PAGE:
Economic Sanctions in International Relations Essay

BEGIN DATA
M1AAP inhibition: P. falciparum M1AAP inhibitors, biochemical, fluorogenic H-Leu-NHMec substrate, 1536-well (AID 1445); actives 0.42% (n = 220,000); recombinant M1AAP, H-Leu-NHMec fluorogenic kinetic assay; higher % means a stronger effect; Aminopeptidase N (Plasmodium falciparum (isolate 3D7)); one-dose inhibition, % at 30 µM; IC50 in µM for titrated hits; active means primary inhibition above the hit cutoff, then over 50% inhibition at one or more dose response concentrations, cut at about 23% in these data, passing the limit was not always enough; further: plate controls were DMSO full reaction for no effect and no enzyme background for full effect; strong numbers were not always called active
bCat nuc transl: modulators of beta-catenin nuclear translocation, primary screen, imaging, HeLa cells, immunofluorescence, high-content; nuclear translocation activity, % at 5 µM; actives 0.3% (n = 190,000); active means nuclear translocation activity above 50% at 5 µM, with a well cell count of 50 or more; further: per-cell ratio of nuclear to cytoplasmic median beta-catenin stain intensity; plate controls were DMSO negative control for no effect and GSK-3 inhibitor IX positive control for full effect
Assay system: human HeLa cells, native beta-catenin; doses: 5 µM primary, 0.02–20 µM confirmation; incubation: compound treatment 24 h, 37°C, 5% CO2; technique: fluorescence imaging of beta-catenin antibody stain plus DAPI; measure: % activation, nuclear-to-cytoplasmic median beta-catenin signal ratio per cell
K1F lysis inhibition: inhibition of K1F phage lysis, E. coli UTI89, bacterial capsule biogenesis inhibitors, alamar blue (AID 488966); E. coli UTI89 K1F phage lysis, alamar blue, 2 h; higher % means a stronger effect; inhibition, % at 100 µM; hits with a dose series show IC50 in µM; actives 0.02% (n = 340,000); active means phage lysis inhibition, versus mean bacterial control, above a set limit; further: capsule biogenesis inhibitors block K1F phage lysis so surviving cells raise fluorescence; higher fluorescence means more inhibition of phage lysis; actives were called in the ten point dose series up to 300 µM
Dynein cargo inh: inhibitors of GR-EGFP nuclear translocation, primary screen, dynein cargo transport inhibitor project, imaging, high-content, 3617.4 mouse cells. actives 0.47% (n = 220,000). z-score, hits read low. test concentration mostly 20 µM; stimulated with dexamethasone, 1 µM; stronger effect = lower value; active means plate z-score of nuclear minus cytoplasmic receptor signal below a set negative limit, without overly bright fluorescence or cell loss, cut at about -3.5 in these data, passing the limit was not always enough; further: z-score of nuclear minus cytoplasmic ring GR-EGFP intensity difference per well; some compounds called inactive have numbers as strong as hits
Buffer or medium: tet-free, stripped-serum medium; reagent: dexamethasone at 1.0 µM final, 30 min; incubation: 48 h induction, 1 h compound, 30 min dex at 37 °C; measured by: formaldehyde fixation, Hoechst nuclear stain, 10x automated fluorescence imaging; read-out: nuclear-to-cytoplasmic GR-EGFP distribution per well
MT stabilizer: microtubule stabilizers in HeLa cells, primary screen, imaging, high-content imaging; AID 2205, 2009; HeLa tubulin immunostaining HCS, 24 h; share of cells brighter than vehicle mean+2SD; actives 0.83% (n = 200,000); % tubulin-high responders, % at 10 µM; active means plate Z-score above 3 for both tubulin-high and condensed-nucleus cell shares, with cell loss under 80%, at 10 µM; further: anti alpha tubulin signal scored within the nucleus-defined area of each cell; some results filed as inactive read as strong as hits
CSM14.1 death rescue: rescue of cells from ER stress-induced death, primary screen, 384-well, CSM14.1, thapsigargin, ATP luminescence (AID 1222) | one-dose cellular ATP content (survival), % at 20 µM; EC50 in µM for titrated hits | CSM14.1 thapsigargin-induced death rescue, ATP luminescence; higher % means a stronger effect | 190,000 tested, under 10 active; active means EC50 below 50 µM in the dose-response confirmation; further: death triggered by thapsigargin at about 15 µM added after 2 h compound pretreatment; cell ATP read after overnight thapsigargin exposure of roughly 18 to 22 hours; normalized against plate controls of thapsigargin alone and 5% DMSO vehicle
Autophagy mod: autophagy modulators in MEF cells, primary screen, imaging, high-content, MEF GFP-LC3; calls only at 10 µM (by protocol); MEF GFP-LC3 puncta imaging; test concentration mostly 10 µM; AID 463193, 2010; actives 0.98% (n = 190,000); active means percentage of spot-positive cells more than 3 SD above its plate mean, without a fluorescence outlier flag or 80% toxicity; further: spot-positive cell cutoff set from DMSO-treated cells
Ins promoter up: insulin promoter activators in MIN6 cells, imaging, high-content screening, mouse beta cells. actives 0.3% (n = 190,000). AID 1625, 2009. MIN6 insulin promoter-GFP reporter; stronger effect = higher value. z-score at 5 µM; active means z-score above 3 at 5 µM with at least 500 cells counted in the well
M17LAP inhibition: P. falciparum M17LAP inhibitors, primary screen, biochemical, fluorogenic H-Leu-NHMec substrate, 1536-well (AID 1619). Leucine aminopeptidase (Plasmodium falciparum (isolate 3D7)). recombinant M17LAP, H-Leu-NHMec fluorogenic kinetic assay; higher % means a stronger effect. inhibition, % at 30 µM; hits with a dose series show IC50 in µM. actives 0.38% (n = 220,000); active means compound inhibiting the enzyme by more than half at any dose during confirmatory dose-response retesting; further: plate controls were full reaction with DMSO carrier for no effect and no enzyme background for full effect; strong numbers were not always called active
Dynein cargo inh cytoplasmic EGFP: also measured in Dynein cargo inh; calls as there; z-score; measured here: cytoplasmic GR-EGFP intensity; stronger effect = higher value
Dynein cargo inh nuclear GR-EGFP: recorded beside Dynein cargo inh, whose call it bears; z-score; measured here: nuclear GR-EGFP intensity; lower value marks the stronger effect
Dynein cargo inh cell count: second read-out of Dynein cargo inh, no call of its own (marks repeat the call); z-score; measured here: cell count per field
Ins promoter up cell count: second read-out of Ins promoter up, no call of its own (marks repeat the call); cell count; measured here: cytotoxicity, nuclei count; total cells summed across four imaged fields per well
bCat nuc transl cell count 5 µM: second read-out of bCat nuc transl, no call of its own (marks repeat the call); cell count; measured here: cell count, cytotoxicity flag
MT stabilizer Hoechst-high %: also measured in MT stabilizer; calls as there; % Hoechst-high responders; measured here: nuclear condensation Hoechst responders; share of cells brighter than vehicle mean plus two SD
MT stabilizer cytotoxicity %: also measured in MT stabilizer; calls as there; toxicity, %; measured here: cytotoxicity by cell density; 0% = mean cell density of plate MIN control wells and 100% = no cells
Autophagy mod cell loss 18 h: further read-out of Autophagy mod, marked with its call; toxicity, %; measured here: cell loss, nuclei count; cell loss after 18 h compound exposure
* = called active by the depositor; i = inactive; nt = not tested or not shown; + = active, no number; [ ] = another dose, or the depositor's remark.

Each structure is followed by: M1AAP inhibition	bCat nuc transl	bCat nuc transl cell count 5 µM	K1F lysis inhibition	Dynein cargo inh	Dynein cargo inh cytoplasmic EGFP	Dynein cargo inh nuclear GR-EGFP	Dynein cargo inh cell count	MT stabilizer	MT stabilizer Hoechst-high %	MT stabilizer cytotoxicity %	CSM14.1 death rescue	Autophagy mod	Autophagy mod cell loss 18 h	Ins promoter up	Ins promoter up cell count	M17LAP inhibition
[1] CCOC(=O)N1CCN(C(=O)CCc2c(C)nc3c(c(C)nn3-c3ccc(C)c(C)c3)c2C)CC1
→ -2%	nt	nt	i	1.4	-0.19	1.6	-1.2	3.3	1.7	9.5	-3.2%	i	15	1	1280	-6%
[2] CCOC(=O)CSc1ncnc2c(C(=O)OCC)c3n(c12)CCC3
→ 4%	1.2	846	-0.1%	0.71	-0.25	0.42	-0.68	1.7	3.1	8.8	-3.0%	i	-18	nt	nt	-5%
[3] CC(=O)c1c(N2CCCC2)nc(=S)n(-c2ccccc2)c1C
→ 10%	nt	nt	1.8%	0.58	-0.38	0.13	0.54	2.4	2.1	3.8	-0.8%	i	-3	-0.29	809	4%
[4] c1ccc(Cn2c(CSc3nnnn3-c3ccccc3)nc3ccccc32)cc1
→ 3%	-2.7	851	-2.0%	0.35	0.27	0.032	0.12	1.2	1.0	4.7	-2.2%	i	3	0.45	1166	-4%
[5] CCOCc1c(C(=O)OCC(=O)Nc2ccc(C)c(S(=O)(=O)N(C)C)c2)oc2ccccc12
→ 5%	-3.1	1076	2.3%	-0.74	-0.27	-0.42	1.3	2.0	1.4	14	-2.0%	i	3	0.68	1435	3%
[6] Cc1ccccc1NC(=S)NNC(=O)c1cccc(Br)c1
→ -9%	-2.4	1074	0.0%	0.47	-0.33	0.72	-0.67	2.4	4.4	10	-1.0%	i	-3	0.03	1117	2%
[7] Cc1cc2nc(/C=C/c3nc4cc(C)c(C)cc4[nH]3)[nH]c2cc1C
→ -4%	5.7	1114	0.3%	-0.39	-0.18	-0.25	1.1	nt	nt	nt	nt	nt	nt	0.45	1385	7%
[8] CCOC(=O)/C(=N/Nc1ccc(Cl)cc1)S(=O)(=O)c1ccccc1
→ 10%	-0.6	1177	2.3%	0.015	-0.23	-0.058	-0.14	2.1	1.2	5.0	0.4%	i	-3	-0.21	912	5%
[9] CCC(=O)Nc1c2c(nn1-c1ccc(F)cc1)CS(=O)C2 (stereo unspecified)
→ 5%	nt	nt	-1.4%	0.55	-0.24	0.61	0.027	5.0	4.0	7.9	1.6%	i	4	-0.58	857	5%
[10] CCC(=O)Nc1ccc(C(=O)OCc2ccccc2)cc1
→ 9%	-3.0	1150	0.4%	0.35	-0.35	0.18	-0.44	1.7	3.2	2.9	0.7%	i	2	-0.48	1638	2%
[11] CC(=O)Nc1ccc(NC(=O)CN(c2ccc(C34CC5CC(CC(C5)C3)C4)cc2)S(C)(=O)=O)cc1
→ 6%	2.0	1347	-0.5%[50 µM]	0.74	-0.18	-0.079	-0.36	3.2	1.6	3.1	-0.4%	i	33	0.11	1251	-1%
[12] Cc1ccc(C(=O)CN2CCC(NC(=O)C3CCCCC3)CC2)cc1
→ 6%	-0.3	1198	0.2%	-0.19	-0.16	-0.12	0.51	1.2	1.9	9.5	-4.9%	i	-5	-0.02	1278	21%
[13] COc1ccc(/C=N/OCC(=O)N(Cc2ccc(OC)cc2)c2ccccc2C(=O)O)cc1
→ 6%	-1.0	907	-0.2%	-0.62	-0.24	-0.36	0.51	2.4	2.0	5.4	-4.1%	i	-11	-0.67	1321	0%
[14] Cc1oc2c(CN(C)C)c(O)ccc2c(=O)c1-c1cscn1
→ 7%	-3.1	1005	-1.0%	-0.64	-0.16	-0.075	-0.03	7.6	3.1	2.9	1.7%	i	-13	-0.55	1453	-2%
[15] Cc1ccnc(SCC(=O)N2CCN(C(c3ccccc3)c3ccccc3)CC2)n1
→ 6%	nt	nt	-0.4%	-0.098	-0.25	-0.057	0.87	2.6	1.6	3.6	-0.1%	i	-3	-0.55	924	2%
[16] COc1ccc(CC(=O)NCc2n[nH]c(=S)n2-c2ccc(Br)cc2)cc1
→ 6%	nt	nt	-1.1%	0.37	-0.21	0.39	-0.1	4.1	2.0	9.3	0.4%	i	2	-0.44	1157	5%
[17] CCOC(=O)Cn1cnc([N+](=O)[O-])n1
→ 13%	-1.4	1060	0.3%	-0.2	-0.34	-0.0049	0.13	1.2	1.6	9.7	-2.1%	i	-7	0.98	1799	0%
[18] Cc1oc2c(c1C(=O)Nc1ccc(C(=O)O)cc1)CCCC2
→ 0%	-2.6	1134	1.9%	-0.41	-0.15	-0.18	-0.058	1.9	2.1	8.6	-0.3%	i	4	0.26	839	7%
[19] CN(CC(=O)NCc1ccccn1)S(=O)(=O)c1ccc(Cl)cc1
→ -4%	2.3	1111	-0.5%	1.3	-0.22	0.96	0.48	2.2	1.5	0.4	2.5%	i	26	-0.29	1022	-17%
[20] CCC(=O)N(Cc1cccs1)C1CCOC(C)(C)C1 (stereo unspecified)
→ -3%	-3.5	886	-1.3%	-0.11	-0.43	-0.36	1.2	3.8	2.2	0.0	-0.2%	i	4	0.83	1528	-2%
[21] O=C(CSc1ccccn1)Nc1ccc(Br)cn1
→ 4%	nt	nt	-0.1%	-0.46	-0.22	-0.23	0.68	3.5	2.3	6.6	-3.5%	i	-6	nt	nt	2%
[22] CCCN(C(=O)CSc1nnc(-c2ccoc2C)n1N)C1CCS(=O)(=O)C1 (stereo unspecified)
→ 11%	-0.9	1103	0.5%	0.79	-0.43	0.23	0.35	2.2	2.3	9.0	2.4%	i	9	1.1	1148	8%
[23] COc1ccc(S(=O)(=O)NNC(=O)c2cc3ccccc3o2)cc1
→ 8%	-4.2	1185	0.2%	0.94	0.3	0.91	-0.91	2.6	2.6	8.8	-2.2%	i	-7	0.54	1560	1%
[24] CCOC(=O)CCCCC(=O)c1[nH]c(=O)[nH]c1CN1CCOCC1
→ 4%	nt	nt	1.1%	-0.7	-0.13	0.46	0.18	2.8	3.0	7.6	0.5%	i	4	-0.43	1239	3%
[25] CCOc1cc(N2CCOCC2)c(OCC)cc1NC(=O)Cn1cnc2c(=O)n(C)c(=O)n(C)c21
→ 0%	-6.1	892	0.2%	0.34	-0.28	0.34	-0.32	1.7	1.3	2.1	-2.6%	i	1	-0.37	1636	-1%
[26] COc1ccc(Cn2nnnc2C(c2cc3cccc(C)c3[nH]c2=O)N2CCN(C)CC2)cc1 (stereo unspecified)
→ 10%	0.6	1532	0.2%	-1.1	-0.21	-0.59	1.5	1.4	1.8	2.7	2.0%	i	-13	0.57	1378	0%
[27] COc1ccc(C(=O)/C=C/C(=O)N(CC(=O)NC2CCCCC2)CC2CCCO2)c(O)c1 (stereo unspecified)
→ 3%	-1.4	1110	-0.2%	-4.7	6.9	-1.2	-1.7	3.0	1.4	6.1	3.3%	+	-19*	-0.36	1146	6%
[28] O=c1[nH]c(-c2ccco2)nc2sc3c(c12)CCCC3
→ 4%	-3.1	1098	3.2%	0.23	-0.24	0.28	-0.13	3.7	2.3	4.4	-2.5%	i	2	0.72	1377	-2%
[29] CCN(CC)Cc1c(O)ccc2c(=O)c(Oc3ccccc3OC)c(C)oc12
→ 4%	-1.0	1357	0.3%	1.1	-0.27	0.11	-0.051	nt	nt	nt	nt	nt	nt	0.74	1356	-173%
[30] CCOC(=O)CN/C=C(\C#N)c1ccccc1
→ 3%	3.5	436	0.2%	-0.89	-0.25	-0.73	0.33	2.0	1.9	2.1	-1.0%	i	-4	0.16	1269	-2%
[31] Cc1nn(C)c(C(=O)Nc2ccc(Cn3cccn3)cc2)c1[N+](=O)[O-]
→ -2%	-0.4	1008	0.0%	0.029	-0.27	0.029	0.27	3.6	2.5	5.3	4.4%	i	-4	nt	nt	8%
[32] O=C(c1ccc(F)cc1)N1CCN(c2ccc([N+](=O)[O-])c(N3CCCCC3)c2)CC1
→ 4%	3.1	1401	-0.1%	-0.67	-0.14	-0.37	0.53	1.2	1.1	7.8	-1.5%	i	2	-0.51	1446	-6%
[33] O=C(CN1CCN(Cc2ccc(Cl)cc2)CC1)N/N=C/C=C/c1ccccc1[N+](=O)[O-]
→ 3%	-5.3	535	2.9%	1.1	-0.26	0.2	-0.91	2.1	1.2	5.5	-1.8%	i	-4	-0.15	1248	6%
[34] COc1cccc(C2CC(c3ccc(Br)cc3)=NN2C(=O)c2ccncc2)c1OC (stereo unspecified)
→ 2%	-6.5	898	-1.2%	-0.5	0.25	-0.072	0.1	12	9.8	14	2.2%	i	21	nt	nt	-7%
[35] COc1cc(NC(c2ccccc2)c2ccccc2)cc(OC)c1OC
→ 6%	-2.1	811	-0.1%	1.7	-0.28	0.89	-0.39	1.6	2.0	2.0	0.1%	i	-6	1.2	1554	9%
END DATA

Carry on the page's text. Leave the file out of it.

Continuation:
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Briona Coates ECONOMIC SANCTIONS IN INTERNATIONAL RELATIONS On the world stage, states have a number of options for achieving foreign policy goals that really only fall into two categories: (1) military coercion (2) economic coercion. When one assesses the strategies involved in coercive diplomacy, there is a flexible, discriminating approach to the use of force—the goal is to alter the target state’s weighing of costs and benefits so it is convinced that complying with the ultimatum will be better than defying the pressuring state’s demands. With military coercion there are a considerable number of factors to consider: moral implications of preemption vs. preventive war, support at home or abroad for war, level of security threat presented, and the domestic government’s military budget. However, economic coercion is becoming more popular due to the less risky action of economic sanctions. An economic sanction involves the punitive use of trade or monetary measures, such as an embargo, to harm the economy of an enemy state in order to exercise influence over its policies (Kegley & Raymond, 2012, p. 214). As a foreign policy instrument, there are also costs and benefits, the benefits seeming more feasible on paper, while the statistics in costs state otherwise. Both the record and the dominant scholarly literature underestimate the likely effectiveness of post-cold war economic sanctions. The U.S. is the best choice to lead sanctioning efforts; other candidates for leadership are the permanent members of the UN Security Council. The overall 34 percent success rate is often quoted to show that sanctions are ineffective. However, this success rate is only low if measured against a severe standard of expected performance. In fact, since sanctions cost the United States (their biggest user) relatively little to impose, involve little risk, and have not been
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